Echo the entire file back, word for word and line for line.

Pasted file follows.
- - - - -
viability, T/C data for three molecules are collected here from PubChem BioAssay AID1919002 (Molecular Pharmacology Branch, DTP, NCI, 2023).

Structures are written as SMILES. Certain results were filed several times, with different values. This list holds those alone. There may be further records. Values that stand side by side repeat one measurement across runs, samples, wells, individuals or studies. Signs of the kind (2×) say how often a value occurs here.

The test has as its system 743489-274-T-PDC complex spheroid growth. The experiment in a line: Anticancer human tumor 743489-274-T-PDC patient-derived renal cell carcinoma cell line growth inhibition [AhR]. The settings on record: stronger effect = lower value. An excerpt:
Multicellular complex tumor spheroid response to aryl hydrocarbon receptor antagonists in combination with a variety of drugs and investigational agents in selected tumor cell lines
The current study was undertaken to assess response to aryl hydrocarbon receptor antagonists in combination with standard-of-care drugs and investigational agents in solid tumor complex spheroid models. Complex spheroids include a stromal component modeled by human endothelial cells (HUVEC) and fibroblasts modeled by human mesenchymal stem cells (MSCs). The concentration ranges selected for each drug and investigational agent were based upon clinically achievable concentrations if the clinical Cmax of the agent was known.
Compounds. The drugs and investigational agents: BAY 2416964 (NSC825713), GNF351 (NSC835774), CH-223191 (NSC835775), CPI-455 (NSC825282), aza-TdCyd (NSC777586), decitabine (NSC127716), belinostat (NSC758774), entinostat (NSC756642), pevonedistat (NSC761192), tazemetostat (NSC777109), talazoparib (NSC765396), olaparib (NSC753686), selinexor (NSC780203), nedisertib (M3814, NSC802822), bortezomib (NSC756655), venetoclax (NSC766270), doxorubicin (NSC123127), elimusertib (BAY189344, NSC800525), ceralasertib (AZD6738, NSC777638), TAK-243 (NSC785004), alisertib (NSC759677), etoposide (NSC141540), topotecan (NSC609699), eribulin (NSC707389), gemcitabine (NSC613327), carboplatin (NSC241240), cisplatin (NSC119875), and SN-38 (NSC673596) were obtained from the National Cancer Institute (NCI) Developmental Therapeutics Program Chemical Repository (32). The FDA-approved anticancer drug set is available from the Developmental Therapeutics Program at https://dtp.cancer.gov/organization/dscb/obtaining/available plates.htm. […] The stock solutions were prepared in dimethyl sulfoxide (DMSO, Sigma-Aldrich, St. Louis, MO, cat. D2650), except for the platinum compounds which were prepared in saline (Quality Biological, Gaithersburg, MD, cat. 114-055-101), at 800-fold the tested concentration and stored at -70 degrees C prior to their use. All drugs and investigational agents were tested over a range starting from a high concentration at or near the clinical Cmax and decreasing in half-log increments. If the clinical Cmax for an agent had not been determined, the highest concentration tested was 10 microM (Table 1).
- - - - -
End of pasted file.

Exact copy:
viability, T/C data for three molecules are collected here from PubChem BioAssay AID1919002 (Molecular Pharmacology Branch, DTP, NCI, 2023).

Structures are written as SMILES. Certain results were filed several times, with different values. This list holds those alone. There may be further records. Values that stand side by side repeat one measurement across runs, samples, wells, individuals or studies. Signs of the kind (2×) say how often a value occurs here.

The test has as its system 743489-274-T-PDC complex spheroid growth. The experiment in a line: Anticancer human tumor 743489-274-T-PDC patient-derived renal cell carcinoma cell line growth inhibition [AhR]. The settings on record: stronger effect = lower value. An excerpt:
Multicellular complex tumor spheroid response to aryl hydrocarbon receptor antagonists in combination with a variety of drugs and investigational agents in selected tumor cell lines
The current study was undertaken to assess response to aryl hydrocarbon receptor antagonists in combination with standard-of-care drugs and investigational agents in solid tumor complex spheroid models. Complex spheroids include a stromal component modeled by human endothelial cells (HUVEC) and fibroblasts modeled by human mesenchymal stem cells (MSCs). The concentration ranges selected for each drug and investigational agent were based upon clinically achievable concentrations if the clinical Cmax of the agent was known.
Compounds. The drugs and investigational agents: BAY 2416964 (NSC825713), GNF351 (NSC835774), CH-223191 (NSC835775), CPI-455 (NSC825282), aza-TdCyd (NSC777586), decitabine (NSC127716), belinostat (NSC758774), entinostat (NSC756642), pevonedistat (NSC761192), tazemetostat (NSC777109), talazoparib (NSC765396), olaparib (NSC753686), selinexor (NSC780203), nedisertib (M3814, NSC802822), bortezomib (NSC756655), venetoclax (NSC766270), doxorubicin (NSC123127), elimusertib (BAY189344, NSC800525), ceralasertib (AZD6738, NSC777638), TAK-243 (NSC785004), alisertib (NSC759677), etoposide (NSC141540), topotecan (NSC609699), eribulin (NSC707389), gemcitabine (NSC613327), carboplatin (NSC241240), cisplatin (NSC119875), and SN-38 (NSC673596) were obtained from the National Cancer Institute (NCI) Developmental Therapeutics Program Chemical Repository (32). The FDA-approved anticancer drug set is available from the Developmental Therapeutics Program at https://dtp.cancer.gov/organization/dscb/obtaining/available plates.htm. […] The stock solutions were prepared in dimethyl sulfoxide (DMSO, Sigma-Aldrich, St. Louis, MO, cat. D2650), except for the platinum compounds which were prepared in saline (Quality Biological, Gaithersburg, MD, cat. 114-055-101), at 800-fold the tested concentration and stored at -70 degrees C prior to their use. All drugs and investigational agents were tested over a range starting from a high concentration at or near the clinical Cmax and decreasing in half-log increments. If the clinical Cmax for an agent had not been determined, the highest concentration tested was 10 microM (Table 1).